So, what is the real purpose here? To further regulate a slice of the pro-gun world? Try to regulate elements of the state’s economy while restricting usage to a select few? Make it so civilians can’t further protect themselves amid a government crackdown? Grab a few headlines to appease the base? Who’s to say? Depends which theory you ascribe to (and how far your political slant takes you). But fact remains that it isn’t illegal, as a lawful citizen, to own ballistic protection because of what it offers both in domestic and practical training purposes. And that’s where it should stay.
Bay City News. Rep. Mike Honda Introduces Bill Banning Civilians from Buying Body Armor. 6-August 2014. http://www.nbcbayarea.com/news/local/Rep-Mike-Honda-Introduces-Bill-Banning-Civilians-from-Buying-Body-Armor-270223431.html (accessed 6-August 2014).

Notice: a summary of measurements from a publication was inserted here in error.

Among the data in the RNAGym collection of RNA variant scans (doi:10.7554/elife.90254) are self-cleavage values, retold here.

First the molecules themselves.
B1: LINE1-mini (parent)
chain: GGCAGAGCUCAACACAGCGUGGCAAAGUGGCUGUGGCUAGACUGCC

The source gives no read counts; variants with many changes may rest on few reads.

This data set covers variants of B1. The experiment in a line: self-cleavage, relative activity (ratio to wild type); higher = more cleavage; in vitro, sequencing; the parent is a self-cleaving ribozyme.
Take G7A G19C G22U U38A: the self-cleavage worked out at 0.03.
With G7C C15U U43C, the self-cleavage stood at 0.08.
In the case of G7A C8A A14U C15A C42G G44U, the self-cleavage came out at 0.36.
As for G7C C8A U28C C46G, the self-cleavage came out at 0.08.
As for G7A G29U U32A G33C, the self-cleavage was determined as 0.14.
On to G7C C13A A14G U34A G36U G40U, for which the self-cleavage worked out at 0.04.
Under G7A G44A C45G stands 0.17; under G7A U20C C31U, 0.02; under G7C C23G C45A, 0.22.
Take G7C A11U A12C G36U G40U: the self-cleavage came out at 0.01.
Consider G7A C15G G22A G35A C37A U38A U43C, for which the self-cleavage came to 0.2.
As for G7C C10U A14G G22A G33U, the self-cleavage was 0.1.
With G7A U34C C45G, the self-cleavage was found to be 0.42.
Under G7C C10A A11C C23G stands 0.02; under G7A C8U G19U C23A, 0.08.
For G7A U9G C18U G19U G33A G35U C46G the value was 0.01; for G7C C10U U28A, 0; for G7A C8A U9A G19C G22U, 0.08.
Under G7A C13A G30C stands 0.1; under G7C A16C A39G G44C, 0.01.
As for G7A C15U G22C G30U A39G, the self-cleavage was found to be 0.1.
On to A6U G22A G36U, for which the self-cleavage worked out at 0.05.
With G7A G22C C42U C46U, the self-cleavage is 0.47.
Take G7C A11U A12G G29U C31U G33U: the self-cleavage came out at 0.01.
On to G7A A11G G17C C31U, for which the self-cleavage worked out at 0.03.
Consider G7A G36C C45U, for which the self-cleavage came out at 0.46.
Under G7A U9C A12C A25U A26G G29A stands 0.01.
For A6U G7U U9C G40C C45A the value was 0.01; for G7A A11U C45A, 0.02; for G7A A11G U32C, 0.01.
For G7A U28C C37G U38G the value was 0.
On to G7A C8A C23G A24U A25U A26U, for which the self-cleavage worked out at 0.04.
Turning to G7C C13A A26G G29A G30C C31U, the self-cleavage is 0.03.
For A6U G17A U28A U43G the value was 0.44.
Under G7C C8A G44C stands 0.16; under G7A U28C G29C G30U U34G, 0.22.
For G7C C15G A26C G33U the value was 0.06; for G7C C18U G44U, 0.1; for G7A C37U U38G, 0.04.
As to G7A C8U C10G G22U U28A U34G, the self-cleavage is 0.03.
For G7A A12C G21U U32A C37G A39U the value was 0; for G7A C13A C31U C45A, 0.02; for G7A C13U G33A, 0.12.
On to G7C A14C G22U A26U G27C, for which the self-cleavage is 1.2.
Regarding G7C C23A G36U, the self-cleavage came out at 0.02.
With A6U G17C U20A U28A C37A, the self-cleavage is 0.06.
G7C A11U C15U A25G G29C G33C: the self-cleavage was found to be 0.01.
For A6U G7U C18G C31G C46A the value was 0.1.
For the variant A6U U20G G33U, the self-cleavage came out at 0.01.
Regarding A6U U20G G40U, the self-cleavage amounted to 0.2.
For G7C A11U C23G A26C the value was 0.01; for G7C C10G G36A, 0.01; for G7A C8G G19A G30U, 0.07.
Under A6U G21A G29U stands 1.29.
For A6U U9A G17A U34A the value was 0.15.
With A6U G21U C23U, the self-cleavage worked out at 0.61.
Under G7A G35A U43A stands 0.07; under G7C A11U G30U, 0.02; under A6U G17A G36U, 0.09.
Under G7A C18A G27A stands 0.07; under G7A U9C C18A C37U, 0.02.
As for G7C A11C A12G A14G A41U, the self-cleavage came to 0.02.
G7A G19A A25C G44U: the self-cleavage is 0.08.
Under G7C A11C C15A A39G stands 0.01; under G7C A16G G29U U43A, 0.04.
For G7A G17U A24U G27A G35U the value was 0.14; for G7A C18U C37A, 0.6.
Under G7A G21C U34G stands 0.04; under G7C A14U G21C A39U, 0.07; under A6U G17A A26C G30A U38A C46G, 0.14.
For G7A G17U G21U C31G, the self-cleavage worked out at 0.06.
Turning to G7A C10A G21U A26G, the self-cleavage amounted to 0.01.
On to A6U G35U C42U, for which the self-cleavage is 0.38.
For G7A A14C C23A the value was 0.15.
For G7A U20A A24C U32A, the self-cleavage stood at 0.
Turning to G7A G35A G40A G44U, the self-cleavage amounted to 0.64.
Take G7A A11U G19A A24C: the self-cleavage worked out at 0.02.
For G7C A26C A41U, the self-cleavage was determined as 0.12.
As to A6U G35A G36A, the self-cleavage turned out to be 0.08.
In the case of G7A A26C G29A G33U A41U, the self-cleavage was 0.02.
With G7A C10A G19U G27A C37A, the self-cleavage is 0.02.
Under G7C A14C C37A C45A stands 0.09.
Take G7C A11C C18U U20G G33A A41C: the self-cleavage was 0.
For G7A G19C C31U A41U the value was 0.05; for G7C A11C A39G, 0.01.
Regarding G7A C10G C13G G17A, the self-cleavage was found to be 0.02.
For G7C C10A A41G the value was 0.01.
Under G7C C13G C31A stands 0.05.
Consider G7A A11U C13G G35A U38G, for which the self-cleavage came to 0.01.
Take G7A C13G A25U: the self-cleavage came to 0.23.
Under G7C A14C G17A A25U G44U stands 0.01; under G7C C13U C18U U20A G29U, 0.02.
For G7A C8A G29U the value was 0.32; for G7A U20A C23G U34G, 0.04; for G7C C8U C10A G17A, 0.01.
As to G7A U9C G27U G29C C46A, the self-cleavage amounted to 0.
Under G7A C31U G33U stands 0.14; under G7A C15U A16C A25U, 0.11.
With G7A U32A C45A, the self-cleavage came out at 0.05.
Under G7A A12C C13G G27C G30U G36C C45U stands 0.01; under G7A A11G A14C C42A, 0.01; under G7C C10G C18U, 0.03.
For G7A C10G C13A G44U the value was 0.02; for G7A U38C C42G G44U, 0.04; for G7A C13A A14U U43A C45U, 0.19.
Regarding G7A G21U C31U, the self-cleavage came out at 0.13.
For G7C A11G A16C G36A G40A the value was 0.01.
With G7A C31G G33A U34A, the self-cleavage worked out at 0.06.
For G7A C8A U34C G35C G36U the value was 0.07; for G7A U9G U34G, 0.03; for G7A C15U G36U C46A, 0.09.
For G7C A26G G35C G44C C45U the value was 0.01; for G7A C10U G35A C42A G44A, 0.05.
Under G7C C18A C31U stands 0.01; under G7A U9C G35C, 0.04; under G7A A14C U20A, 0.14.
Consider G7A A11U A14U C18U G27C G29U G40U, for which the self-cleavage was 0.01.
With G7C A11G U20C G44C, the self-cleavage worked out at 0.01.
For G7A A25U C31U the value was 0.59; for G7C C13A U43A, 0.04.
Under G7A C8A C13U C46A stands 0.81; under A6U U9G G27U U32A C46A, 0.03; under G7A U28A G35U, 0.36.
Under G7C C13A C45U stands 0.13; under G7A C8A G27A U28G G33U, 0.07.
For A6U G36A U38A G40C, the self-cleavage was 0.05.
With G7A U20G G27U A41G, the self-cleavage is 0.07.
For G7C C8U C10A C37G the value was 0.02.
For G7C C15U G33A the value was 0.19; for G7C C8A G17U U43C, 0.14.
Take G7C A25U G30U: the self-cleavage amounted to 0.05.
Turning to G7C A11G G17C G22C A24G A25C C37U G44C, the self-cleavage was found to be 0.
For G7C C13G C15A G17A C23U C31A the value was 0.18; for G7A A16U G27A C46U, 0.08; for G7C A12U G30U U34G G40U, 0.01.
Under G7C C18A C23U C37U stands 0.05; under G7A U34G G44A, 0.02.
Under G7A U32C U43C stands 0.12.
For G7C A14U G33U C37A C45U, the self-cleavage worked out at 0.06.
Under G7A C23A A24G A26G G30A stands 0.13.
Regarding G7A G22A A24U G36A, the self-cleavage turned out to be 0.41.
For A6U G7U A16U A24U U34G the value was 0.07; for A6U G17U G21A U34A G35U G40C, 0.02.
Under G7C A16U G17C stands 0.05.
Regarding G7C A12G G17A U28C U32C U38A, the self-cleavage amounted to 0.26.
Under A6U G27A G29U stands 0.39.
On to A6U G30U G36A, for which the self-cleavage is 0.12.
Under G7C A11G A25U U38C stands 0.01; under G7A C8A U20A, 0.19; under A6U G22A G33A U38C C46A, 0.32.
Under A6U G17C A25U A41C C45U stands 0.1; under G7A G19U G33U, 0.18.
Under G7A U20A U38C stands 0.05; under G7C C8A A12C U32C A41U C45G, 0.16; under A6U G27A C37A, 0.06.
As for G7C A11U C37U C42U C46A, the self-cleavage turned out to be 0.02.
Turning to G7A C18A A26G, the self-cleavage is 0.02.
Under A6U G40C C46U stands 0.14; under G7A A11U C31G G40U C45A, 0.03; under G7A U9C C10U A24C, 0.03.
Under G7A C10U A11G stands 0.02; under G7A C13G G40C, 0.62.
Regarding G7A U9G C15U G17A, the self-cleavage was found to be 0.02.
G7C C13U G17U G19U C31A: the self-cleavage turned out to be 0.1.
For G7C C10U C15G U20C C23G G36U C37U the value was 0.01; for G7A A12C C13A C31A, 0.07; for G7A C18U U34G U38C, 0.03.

Erdley, Debra. New York, Pennsylvania consider body armor restrictions after slayings. April 20, 2009. http://triblive.com/x/pittsburghtrib/news/regional/s_621388.html#axzz3AQa47uWz (accessed August 13, 2014).
Portman, Janet. When It’s Illegal To Own a Bullet-Proof Vest. 2014. http://www.criminaldefenselawyer.com/resources/criminal-defense/criminal-offense/when-its-illegal-to-own-a-bullet-proof-vest (accessed August 13, 2014).